Five years ago, in The Data Revolution, Rob Kitchin defined “Big Data Ethics” as the construction of systems of right and wrong in relation to the use of (in particular) personal data. The magnitude of data use, and its effect on things like elections and public policy, might have seemed exotic or quaint in 2014, but now we’re seeing companies like Google, Facebook, and others “setting up institutions to support ethical AI” in relation to data use. Google recently created the “Advanced Technology External Advisory Council” with a mission to steer the company towards “responsible development and use” of artificial intelligence, including facial recognition ethics. The advisors are “academics” from the fields of ethics, public policy, and technical applied AI. also reports that the council includes members from all over the world.

It’s certainly a good time for companies to be conspicuously and conscientiously doing things like this. We’re learning that AI can often inadvertently (a strange word to use in this context) behave in ways that, if humans so behaved, we’d call “conspiratorial” or collusive. The Wall Street Journal recently reported (behind a paywall) on algorithms “colluding” to unfairly raise consumer prices. When competing algorithms received “price maximization goals,” they integrated consumer data to figure out where to raise prices, and out-compete one another in doing so.

But self-governance will always have limits–and those limits are not necessarily attributable to the bad intent of actors in the system. In the case of price “colluding” algorithms, as Andrew White wrote, “[r]etailers have been using neural networks to optimize prices of baskets of good for years, in order to exploit shopping habits.” Advances in AI simply allow the logic of price optimization to run its course without the intervention of retailers’ personal street wisdom about pricing.

And Facebook’s creation of similar advisors seems not to have kept it from asking some new users to provide their email address passwords “as part of the sign-up process,” which is a pretty tremendous failure to read the room by that platform.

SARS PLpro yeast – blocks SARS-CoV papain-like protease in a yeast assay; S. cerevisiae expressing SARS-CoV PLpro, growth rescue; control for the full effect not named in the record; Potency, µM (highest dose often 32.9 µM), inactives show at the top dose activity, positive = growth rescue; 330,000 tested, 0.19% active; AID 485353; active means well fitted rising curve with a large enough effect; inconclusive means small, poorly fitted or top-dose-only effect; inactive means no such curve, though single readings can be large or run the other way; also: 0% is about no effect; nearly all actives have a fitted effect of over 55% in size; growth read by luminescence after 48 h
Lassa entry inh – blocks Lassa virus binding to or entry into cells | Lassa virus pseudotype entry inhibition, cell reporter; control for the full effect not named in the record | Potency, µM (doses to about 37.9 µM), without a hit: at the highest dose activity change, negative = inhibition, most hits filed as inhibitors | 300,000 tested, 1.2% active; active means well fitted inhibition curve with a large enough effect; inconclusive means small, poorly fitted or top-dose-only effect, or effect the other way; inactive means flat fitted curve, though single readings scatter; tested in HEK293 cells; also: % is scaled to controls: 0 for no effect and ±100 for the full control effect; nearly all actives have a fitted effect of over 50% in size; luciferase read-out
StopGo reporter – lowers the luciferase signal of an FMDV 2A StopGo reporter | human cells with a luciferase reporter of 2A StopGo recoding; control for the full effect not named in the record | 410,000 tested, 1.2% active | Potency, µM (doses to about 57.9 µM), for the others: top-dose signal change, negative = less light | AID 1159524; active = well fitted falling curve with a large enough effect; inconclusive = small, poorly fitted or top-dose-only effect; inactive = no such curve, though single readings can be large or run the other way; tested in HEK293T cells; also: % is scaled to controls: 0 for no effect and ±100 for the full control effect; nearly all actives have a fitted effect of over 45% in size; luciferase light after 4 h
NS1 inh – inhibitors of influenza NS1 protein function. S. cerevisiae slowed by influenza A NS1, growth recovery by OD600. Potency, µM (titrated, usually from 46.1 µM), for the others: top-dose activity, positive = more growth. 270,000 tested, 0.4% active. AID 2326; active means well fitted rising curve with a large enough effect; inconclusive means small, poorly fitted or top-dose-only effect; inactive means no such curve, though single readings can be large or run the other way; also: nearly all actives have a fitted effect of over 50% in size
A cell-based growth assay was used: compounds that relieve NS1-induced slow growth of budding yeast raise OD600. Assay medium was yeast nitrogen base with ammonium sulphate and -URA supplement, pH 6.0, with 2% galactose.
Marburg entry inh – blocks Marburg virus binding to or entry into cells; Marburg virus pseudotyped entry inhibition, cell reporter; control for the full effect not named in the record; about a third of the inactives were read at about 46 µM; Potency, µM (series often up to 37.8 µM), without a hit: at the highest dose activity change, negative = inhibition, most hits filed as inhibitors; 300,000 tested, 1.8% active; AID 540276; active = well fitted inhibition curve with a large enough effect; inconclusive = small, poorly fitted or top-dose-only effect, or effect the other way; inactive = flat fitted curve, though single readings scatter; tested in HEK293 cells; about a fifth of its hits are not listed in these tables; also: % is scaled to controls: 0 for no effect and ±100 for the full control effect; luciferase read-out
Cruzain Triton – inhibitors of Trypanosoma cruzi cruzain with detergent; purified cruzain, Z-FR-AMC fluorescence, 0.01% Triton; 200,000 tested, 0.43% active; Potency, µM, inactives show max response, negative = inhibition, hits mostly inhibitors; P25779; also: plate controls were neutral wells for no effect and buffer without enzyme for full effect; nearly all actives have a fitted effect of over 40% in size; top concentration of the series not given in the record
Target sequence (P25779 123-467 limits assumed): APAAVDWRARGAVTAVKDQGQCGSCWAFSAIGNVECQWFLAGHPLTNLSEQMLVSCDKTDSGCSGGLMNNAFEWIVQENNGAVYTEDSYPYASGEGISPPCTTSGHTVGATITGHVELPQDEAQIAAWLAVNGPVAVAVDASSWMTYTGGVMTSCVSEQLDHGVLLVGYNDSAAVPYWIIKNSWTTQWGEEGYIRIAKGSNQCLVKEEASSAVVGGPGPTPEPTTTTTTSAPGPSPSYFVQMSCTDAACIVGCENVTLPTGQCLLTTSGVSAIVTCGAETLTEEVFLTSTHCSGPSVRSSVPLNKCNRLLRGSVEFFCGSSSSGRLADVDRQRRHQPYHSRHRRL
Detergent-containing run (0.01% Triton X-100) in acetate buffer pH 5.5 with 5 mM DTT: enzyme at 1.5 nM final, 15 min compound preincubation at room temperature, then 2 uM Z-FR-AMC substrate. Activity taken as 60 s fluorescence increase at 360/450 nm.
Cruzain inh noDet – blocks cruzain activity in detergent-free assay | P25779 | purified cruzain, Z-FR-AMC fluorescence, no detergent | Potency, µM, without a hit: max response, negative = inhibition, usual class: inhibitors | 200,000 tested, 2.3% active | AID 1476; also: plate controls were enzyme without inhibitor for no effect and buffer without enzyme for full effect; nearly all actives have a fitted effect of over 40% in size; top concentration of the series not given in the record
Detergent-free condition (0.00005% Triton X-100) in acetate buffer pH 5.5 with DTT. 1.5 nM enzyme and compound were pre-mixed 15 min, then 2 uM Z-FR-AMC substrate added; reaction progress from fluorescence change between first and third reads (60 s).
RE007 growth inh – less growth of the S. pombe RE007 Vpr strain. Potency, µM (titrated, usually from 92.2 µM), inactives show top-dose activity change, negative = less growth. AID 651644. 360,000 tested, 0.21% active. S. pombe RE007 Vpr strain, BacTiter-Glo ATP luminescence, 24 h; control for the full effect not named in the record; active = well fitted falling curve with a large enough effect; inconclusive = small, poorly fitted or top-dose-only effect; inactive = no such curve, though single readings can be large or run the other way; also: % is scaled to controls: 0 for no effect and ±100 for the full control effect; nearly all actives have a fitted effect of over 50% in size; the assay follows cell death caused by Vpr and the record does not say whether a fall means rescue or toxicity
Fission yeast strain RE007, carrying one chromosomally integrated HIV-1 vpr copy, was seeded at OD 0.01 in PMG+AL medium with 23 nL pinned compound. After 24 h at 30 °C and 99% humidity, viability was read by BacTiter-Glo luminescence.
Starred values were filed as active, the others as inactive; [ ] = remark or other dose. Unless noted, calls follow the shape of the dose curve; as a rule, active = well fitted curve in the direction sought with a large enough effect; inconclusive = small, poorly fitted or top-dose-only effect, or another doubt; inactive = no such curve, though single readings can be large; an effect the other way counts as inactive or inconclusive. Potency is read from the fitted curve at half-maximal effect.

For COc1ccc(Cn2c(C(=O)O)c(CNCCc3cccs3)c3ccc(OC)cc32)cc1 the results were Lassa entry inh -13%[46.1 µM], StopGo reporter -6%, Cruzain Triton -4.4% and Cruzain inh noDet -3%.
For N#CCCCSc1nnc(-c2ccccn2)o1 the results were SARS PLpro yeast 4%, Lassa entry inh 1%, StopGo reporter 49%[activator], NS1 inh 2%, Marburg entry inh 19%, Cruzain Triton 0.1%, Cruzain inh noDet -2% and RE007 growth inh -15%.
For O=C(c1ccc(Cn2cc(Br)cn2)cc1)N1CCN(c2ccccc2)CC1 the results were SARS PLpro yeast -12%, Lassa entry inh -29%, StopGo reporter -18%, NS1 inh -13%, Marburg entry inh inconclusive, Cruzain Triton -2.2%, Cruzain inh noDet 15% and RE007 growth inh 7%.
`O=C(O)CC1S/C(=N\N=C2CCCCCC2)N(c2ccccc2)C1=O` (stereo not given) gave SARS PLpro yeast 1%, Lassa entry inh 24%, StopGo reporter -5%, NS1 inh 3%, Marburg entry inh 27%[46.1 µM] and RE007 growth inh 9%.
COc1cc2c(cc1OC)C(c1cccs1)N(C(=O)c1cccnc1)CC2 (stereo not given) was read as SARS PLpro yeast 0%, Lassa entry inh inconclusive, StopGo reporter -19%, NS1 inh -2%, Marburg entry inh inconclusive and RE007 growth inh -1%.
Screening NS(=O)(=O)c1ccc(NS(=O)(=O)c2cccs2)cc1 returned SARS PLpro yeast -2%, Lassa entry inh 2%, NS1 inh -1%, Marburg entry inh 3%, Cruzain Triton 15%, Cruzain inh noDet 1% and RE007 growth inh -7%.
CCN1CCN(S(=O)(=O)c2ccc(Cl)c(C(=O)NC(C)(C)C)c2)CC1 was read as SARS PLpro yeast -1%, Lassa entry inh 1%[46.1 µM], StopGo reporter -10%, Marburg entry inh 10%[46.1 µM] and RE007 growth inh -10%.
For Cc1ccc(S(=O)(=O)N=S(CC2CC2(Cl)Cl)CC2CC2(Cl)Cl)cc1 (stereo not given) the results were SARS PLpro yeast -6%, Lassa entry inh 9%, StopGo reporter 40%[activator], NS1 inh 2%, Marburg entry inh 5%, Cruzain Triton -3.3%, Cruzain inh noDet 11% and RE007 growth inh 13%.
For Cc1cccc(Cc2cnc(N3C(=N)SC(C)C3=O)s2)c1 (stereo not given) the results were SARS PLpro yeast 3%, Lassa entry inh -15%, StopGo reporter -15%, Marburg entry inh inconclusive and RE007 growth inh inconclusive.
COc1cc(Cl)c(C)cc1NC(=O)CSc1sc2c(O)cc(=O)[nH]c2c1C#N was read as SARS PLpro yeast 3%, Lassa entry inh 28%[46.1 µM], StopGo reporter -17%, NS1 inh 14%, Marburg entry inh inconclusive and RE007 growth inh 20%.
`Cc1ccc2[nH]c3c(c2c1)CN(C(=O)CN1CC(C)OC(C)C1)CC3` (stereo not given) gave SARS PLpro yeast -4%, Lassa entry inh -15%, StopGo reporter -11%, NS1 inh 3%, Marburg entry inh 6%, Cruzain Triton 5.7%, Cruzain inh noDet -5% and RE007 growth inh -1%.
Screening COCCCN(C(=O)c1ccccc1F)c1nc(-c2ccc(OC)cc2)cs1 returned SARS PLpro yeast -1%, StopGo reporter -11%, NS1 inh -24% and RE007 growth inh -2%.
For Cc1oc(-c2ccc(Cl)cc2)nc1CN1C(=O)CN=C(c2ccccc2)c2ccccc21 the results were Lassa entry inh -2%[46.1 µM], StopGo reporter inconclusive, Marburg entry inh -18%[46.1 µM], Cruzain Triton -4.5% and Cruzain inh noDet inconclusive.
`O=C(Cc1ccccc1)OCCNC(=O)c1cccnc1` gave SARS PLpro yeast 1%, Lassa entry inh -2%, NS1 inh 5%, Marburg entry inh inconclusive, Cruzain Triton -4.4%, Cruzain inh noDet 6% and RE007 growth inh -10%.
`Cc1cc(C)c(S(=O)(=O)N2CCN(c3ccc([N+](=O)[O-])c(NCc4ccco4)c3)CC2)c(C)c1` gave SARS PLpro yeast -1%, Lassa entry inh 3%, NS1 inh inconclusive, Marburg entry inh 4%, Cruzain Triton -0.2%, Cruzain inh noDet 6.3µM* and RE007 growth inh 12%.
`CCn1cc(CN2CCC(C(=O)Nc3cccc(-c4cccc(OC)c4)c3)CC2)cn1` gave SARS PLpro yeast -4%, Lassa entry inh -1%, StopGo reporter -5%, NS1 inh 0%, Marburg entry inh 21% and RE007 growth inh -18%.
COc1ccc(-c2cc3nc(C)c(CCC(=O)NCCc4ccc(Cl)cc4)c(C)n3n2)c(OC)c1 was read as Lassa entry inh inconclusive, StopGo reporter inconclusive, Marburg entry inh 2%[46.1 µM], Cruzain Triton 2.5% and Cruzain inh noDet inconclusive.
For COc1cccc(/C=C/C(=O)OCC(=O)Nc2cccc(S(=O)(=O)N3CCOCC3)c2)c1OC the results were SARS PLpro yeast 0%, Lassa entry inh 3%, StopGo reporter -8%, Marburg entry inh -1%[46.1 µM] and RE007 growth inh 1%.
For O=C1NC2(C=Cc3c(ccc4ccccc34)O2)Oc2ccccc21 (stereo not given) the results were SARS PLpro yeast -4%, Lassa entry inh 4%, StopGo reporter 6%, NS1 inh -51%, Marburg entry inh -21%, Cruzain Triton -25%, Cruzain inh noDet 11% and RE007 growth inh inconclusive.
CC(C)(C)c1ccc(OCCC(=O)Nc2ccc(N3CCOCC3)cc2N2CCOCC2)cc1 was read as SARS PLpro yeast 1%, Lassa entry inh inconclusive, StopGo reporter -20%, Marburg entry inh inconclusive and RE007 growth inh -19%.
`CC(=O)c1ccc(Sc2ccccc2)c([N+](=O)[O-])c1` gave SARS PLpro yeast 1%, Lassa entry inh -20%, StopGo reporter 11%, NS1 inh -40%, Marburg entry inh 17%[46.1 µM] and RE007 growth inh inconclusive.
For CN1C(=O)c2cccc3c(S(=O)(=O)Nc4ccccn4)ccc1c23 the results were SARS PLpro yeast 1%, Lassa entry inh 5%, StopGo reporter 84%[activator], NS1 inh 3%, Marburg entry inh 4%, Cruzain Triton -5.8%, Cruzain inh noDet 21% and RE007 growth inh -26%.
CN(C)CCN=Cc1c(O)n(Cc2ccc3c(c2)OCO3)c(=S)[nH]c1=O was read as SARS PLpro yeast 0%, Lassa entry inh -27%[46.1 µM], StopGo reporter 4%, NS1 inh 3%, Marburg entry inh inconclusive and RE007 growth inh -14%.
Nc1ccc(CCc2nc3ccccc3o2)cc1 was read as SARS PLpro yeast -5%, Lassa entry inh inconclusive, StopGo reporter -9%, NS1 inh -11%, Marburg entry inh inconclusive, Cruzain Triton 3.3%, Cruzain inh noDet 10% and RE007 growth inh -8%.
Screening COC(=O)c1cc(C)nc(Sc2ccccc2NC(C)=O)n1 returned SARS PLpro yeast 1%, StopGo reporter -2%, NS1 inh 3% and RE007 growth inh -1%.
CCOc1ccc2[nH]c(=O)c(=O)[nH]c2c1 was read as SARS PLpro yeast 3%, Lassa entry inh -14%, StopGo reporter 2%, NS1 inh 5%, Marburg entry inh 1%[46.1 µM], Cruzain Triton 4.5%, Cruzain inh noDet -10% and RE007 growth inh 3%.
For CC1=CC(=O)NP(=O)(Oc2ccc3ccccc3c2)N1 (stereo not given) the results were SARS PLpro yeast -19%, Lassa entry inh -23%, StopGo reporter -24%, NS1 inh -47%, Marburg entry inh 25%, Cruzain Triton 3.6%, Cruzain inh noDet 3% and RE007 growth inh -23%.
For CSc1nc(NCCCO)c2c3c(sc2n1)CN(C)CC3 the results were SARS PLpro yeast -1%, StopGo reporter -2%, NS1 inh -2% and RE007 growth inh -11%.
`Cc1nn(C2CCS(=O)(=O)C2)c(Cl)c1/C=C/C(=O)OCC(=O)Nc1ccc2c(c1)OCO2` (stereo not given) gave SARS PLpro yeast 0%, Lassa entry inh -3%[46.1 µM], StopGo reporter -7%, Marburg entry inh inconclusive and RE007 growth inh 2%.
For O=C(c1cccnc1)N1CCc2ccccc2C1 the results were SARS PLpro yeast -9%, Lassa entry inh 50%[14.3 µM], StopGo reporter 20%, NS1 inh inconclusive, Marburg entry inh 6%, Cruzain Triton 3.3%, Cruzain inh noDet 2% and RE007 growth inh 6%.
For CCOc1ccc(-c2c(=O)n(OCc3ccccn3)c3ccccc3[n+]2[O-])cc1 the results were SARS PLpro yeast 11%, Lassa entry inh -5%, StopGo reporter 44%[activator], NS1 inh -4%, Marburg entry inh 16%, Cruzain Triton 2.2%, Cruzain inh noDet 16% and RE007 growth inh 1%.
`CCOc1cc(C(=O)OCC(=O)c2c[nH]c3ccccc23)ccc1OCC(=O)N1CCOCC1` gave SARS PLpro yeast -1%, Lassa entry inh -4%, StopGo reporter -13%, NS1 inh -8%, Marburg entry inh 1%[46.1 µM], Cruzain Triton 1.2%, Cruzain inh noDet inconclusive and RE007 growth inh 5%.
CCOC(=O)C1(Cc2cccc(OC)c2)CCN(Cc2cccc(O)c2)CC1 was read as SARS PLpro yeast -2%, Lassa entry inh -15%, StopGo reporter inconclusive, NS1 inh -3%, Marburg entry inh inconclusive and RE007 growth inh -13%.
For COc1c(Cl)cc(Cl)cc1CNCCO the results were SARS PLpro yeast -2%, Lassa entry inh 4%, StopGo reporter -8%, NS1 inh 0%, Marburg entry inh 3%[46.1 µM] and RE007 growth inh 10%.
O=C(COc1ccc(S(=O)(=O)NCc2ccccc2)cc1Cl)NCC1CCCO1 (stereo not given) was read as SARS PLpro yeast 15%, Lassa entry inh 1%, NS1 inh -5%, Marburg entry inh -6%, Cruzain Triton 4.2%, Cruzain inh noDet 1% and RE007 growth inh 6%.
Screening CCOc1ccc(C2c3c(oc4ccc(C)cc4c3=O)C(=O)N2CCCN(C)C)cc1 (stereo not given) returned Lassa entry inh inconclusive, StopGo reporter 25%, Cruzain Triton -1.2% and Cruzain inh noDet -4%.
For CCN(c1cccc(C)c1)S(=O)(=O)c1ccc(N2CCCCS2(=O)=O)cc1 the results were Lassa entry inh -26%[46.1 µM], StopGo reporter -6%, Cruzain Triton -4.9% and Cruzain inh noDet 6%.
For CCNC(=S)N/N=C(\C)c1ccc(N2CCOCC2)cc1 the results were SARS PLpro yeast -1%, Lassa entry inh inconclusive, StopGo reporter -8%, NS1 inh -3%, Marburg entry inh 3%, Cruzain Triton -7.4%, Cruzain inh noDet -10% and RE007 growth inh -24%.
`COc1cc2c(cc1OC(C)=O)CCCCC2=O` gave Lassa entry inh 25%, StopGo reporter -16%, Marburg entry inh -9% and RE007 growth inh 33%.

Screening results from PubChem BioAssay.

And finally, the teeth that these advisory boards have is, of course, always going to be limited by the will of the companies that support them. In a world where people can legitimately reject the monopoly-like holds of Google or Facebook, the findings of such groups would carry some weight, but that’s proving to be practically impossible. In the end, such hopes also ignore the basic paradox that users want their preferences to matter, but are skittish about having their data mined–what some have called the “personalization and privacy paradox.”
The conversation among data scientists may offer the best guide for ethical practices by corporations. Last year Lucy C. Erickson, Natalie Evans Harris, and Meredith M. Lee, three members of Bloomberg’s Data for Good Exchange (D4GX) community, published “It’s Time to Talk About Data Ethics,” where they bring up the “need for a ‘Hippocratic Oath’ for data scientists,” and report on efforts to hold large conferences and symposia soliciting dozens of proposal papers on codes of ethics, from which working principles could be distilled. It’s scientists using something very much like the scientific method to develop ethics for their own methods. Not a bad model.